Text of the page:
- Fitch Ratings expects the global fiscal recovery to slow in 2022 and 2023.
- According to Fitch Ratings, the global fiscal recovery in 2021 that followed the Covid-19 shock in 2020 has slowed sharply, owing to higher commodity prices, rising inflation in general, higher borrowing costs, slowing real GDP growth, and the war in Ukraine.
- Fitch ratings predicts a slower global fiscal recovery in 2022 and 2023.
- Fitch says the global fiscal recovery in 2021 that followed the covid-19 shock has slowed sharply, because of higher commodity prices and rising inflation, among others.
- Fitch says that in 2021, the global fiscal recovery will be affected by increased borrowing costs, slowing real gdp growth, and war in Ukraine.
- Fitch says policy interest rates are increasing, and fitch believes this ends the era of very low government borrowing costs.
- Saudi energy minister says we will go to 13.2-13.4 mln bpd subject to what we do in the divided zone by the end of 2026 or the beginning of 2027. He says we can maintain production when we get there if the market demands it
- He also said, when demand is growing as a result of pandemic recovery, we are facing the reality that oil facilities have shrunk and are shrinking. He mentioned it is not an issue of crude availability • says there is no refining capacity commensurate with the current demand
- He said we’re improving with our kuwaitian friends on the neutral zone, trying to first return to old capacities and are moving to the development of durra gas field
- He stressed that the power generation will switch to gas and renewables domestically will free a million bpd of oil for export and are running out of capacities at all levels in the energy sector is a global issue for the world to attend to also aramco is not considering more upstream investment
- He at the end said we have no money to waste on anywhere else outside of saudi arabia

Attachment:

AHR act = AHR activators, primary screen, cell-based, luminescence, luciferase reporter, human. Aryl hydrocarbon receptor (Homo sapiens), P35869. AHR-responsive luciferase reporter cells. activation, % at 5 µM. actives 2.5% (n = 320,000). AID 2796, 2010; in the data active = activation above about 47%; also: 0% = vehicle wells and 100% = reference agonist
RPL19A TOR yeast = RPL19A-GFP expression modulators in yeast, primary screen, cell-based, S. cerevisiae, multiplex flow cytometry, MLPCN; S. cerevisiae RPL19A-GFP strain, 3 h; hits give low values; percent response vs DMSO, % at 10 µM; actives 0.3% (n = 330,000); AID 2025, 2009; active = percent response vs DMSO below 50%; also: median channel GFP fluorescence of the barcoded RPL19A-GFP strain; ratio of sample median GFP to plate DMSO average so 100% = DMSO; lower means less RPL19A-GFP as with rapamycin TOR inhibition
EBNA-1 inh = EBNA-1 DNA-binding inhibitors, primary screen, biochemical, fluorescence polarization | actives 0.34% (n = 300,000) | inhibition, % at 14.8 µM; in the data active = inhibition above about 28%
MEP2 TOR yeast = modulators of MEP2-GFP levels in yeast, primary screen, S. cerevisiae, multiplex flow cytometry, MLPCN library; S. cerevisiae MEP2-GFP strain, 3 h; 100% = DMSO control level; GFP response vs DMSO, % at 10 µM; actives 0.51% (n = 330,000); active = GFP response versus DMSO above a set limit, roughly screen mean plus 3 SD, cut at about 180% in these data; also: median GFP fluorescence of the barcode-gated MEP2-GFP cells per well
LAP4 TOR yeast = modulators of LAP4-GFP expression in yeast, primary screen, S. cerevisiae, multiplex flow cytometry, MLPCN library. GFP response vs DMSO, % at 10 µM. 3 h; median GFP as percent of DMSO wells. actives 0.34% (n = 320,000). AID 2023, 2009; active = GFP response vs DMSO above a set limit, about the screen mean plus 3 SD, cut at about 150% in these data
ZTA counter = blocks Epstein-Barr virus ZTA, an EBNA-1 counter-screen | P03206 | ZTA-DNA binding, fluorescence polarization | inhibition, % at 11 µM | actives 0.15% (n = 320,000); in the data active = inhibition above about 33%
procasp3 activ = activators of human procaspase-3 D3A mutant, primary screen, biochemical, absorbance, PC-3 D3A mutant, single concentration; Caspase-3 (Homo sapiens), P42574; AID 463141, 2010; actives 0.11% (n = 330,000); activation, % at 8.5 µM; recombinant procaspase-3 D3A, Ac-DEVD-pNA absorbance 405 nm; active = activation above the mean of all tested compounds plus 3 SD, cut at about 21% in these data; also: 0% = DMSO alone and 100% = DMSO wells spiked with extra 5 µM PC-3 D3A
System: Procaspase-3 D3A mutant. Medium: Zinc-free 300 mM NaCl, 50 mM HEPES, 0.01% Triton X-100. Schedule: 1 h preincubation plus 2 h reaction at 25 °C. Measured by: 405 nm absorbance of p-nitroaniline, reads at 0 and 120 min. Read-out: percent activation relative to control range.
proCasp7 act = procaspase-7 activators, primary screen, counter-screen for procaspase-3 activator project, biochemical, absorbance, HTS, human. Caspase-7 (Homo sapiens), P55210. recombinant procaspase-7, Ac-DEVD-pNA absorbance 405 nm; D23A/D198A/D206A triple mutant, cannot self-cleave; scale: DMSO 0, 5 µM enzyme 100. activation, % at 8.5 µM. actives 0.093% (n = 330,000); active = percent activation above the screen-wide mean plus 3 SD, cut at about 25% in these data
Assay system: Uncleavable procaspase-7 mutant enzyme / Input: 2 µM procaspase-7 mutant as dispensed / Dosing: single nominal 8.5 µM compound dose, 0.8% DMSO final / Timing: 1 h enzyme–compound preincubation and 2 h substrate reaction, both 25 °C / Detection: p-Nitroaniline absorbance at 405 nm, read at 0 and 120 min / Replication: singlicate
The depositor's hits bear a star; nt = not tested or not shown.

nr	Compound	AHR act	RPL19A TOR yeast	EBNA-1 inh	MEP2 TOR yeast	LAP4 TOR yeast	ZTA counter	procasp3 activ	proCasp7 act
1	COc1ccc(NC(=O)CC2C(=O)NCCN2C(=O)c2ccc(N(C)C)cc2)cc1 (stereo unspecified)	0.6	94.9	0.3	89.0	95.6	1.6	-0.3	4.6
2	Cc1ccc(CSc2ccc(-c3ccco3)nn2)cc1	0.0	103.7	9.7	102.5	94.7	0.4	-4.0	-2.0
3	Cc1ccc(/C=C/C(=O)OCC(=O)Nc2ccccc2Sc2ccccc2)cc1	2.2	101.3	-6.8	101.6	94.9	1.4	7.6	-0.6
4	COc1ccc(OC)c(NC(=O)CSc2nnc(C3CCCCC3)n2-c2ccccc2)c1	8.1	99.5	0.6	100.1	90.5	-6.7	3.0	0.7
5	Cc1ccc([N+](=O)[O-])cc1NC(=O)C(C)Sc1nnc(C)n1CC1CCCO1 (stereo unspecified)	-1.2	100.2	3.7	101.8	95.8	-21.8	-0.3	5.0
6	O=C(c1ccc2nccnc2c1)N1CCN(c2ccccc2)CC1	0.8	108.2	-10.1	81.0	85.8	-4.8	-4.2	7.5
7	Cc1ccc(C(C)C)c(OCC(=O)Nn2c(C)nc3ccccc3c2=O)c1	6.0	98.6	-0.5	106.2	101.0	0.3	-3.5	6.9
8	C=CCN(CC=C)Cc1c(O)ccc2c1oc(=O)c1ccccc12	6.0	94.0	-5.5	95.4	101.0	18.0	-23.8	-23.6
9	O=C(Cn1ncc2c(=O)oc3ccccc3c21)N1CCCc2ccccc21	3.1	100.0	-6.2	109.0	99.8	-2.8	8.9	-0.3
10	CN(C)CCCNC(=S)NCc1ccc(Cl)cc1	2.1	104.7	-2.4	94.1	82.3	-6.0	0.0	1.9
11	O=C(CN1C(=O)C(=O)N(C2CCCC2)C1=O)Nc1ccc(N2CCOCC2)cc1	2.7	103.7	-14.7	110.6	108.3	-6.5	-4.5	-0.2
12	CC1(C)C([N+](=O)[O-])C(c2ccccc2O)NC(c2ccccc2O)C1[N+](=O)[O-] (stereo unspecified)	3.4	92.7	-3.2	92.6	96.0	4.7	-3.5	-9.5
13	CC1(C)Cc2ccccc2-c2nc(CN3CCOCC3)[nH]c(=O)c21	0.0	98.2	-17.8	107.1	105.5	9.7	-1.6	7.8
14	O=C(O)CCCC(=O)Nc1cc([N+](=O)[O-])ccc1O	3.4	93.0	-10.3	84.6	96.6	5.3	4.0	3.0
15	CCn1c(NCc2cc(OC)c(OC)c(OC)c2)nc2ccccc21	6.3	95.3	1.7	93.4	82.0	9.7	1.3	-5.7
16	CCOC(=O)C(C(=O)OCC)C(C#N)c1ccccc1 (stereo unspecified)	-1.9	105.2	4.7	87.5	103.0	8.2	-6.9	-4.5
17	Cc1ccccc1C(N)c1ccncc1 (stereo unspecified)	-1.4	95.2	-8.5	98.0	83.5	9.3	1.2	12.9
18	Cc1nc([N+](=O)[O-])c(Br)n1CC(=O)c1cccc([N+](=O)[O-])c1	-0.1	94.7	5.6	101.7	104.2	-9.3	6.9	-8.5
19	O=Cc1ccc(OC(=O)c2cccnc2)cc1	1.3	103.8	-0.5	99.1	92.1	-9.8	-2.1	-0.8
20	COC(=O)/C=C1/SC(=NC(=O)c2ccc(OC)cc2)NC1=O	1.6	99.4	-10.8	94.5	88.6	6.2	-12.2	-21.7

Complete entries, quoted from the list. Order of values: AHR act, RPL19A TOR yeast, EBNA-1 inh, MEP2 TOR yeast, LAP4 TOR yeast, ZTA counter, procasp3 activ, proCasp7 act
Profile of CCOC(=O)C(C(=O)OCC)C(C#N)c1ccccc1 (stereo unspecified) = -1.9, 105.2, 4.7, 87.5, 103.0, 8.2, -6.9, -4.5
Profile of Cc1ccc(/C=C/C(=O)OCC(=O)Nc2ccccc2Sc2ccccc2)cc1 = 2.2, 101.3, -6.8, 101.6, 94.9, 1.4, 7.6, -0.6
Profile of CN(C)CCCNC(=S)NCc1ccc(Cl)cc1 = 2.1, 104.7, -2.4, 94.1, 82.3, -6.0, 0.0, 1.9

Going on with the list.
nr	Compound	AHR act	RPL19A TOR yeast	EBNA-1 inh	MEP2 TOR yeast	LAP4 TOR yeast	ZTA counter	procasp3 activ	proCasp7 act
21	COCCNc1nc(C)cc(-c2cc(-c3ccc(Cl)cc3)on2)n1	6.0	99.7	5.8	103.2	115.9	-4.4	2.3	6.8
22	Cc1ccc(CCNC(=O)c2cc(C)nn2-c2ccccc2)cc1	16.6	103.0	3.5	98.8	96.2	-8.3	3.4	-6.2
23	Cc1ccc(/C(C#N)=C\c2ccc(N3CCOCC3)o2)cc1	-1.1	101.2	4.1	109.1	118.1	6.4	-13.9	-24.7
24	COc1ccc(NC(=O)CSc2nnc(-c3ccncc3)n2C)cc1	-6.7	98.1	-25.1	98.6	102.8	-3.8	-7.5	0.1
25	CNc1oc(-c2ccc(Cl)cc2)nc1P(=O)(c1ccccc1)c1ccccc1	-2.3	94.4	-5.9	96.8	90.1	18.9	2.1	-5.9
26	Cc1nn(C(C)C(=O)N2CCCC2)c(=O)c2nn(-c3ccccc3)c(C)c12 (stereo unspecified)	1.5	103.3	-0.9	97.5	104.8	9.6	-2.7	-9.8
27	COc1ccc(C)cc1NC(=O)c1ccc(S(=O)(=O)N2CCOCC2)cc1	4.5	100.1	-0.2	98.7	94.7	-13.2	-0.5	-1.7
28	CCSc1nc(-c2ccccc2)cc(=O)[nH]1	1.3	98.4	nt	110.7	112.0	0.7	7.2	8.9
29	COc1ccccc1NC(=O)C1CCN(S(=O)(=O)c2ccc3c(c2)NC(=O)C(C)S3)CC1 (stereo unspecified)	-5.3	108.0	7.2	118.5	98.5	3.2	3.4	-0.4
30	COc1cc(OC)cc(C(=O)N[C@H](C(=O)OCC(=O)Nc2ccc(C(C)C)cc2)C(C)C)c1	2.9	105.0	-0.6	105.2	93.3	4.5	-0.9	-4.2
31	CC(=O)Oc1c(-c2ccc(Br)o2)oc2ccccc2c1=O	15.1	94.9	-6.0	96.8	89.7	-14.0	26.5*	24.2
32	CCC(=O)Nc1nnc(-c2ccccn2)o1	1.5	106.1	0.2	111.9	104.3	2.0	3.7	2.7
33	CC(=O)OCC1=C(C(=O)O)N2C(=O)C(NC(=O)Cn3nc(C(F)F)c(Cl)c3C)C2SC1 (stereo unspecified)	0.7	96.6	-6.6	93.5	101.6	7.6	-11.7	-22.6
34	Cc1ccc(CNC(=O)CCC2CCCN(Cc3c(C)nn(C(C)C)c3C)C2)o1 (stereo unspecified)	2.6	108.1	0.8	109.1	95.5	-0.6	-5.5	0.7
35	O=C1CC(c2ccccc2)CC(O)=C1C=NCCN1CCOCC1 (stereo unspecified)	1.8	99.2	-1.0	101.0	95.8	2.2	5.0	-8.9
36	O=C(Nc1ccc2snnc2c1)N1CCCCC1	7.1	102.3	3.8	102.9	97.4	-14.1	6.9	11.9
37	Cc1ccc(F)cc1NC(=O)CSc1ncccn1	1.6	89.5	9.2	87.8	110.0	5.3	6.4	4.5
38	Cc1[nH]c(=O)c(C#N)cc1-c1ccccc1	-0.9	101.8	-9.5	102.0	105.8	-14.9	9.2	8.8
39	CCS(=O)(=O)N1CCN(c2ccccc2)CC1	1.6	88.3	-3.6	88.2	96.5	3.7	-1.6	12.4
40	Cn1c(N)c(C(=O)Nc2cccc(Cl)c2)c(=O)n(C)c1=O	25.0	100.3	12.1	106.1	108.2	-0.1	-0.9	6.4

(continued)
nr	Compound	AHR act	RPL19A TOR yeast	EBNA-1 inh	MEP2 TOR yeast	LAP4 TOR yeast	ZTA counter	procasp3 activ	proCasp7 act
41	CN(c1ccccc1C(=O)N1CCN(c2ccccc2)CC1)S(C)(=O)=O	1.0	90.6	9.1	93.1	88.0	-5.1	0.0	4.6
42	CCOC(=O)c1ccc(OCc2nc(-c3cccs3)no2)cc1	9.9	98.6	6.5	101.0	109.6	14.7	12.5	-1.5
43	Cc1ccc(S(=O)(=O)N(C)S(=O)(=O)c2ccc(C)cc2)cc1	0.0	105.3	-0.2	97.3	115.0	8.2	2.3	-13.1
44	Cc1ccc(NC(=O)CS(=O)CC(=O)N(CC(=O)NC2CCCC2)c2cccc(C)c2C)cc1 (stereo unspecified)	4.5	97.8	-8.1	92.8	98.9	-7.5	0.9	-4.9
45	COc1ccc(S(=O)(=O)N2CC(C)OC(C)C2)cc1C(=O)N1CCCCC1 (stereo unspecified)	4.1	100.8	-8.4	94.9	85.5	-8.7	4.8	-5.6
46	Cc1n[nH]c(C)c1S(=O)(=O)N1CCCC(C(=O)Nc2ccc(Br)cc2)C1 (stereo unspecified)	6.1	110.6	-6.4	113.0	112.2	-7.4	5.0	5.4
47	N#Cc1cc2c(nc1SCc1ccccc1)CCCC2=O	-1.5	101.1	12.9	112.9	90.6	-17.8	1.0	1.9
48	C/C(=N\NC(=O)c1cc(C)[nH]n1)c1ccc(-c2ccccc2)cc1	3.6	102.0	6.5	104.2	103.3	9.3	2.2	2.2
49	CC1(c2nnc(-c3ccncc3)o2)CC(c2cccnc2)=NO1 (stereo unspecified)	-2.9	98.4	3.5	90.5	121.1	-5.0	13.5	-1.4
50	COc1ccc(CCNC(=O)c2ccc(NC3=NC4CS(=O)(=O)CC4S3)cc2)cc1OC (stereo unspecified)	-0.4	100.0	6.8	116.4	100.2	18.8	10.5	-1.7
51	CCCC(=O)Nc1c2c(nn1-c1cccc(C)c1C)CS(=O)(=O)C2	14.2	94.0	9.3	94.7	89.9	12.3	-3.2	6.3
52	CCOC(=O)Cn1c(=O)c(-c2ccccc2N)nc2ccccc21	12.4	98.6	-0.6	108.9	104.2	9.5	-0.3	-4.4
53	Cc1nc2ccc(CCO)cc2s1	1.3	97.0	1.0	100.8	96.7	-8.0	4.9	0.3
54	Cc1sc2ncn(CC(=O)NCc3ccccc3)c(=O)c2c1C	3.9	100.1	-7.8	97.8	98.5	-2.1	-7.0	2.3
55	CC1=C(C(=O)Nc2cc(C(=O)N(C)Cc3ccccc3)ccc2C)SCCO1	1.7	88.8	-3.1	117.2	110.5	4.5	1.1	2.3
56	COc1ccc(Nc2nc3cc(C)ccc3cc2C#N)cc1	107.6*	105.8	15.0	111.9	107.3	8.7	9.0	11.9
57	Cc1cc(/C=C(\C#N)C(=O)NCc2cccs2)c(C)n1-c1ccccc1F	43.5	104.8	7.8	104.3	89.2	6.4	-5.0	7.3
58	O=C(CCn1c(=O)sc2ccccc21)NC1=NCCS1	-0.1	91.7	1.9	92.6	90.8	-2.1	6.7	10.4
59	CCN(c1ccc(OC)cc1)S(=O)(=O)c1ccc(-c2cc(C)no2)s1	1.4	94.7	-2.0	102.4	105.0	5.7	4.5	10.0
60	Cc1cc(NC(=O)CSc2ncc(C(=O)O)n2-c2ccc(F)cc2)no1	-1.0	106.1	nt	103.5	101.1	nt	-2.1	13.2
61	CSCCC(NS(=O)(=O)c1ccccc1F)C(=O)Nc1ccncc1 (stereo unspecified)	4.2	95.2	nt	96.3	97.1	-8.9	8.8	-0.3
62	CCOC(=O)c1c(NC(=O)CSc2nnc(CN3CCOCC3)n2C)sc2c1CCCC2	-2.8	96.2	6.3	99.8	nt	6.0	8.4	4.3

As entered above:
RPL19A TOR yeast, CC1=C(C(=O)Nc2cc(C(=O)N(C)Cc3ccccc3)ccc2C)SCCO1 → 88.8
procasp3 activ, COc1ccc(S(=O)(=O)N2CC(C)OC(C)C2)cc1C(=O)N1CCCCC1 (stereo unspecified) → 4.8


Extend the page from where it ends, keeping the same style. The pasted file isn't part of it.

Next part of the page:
- Two powerful economic forces are exerting pressure on the ECB’s monetary policy.
- The asset purchases could be terminated at any time during the third quarter.
- The European Central Bank kept its benchmark interest rates unchanged, as expected, and stuck to its decision to end the stimulus programme in the third quarter of this year, but did not provide any additional details, disappointing markets, as many expected a hawkish reaction in light of rising inflation, which prompted a number of major central banks to begin tightening policies.
- The main obstacle, according to ECB President Christine Lagarde, is growing uncertainty about the war in Ukraine, but the central bank will maintain optionality, gradualism, and flexibility in conducting monetary policy.
- The end of asset purchases could occur at any time during the third quarter, but there is no timetable for when the central bank will begin to raise rates, adding that rate hikes could occur weeks or even months after the stimulus ends and when the ECB arrives.
- The European Central Bank’s unexpectedly dovish stance suggests that it is diverging from all major peers, as the US Federal Reserve and the Bank of England have already begun to tighten their policies after nearly three years, with the US central bank leading on expectations for eight or more hikes in the next two years.
- Lagarde supported the central bank’s decision to remain on hold due to the situation in Ukraine, as all 19 eurozone economies are heavily exposed to the conflict, which further erodes confidence and adds to the ongoing supply disruptions that began during the coronavirus pandemic.
- The bloc’s members are also concerned about the negative impact of sanctions imposed on Russia, as the newest plan to add Russian oil and natural gas to the list of banned items imported from Russia, as the bloc is currently lacking unity on this issue, with strong dissonant tones coming from Germany, the EU’s largest economy, Hungary, and Slovakia.
- If all members agree to impose sanctions on Russian energy, the already fragile bloc’s economy will be further weakened, leaving most of the union’s countries in recession, a scenario that everyone wants to avoid.
- Continuing to pump money into the economy, despite the ECB’s announcement that it will end purchases sometime in the third quarter, will fuel inflation, which is already at an all-time high, and risk undermining economic growth, pushing the bloc’s economy into recession.
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